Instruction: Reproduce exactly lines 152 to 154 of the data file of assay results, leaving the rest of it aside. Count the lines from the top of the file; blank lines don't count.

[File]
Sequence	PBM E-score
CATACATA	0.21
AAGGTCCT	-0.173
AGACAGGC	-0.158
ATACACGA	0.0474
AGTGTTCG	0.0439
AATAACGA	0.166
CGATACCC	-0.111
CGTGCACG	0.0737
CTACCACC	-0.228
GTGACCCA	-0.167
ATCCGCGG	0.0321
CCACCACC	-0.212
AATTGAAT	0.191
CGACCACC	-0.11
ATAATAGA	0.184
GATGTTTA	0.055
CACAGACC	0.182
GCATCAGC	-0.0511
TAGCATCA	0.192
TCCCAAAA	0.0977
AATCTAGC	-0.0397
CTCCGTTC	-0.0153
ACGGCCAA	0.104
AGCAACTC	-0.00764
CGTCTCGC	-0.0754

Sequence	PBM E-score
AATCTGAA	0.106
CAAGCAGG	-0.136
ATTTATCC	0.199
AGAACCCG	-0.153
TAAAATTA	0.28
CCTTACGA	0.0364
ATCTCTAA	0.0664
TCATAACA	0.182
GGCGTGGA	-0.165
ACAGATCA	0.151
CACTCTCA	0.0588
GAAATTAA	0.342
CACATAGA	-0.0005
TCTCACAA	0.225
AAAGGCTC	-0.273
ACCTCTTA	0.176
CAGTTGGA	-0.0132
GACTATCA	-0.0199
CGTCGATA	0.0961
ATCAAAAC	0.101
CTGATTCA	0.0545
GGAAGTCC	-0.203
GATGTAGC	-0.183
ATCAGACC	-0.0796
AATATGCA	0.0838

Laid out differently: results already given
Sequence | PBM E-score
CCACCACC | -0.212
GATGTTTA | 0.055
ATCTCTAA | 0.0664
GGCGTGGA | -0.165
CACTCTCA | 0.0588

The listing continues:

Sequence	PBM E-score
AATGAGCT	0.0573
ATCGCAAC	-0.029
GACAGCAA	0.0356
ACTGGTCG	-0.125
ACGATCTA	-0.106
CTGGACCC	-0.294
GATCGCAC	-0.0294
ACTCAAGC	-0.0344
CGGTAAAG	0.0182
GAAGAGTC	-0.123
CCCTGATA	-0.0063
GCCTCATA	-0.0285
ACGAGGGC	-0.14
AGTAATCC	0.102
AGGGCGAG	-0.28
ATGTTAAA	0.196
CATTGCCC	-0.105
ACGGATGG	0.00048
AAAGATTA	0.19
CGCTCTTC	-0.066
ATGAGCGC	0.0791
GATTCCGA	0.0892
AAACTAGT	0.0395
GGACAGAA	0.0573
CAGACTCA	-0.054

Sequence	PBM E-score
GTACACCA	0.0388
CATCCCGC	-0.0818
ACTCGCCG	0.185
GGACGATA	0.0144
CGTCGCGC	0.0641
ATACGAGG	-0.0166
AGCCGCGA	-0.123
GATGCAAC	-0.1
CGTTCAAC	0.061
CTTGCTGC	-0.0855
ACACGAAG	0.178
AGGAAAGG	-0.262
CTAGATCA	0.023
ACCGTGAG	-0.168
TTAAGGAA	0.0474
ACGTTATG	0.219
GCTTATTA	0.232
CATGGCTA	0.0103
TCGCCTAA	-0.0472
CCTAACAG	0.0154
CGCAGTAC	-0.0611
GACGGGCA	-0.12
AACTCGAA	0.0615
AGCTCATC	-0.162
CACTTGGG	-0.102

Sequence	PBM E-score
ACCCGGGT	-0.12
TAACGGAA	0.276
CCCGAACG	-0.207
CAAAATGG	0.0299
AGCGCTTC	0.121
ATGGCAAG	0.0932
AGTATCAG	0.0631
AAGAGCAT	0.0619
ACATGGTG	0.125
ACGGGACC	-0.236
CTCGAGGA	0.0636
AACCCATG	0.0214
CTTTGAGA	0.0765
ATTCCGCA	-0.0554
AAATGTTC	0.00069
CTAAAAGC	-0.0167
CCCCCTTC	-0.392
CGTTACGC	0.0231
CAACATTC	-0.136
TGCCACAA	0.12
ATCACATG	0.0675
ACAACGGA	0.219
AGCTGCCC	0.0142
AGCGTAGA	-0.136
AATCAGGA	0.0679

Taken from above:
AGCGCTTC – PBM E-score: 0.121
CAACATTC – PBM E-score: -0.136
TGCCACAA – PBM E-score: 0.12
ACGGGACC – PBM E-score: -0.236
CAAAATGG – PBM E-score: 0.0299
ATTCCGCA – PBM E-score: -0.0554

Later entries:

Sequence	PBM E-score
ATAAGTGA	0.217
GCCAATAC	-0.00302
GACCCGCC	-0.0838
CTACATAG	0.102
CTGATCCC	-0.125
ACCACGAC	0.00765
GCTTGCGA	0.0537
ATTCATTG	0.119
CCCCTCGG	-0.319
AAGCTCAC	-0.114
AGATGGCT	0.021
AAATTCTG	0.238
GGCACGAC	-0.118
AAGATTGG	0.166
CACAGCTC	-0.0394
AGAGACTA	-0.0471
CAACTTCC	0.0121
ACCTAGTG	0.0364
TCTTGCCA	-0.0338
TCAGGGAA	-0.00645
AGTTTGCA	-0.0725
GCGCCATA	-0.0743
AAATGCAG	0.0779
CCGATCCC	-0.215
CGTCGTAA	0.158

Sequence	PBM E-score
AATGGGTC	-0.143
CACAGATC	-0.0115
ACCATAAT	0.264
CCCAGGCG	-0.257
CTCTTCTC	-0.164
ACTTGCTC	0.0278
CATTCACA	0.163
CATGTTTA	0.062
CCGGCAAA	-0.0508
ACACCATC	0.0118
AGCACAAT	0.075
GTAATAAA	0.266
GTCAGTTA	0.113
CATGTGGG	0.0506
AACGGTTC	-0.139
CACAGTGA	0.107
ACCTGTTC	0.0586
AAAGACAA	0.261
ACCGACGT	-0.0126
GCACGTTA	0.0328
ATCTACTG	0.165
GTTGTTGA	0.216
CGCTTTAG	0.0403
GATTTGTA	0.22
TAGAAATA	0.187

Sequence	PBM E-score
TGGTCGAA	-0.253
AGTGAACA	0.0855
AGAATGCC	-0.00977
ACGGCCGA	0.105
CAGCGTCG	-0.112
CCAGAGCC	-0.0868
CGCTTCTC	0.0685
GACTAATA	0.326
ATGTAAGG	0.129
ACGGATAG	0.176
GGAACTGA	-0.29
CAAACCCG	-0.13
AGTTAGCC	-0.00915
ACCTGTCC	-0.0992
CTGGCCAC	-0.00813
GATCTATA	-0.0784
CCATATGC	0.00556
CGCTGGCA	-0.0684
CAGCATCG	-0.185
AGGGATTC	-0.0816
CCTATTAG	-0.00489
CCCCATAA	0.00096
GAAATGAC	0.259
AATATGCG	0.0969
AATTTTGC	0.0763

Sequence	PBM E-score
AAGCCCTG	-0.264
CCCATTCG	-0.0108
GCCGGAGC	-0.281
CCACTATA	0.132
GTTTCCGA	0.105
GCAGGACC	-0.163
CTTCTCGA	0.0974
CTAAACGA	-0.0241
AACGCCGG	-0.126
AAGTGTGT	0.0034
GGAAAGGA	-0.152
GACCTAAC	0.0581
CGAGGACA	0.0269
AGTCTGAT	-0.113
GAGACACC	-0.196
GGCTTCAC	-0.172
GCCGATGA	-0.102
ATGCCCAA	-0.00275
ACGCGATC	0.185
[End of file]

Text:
CTGATCCC	-0.125
ACCACGAC	0.00765
GCTTGCGA	0.0537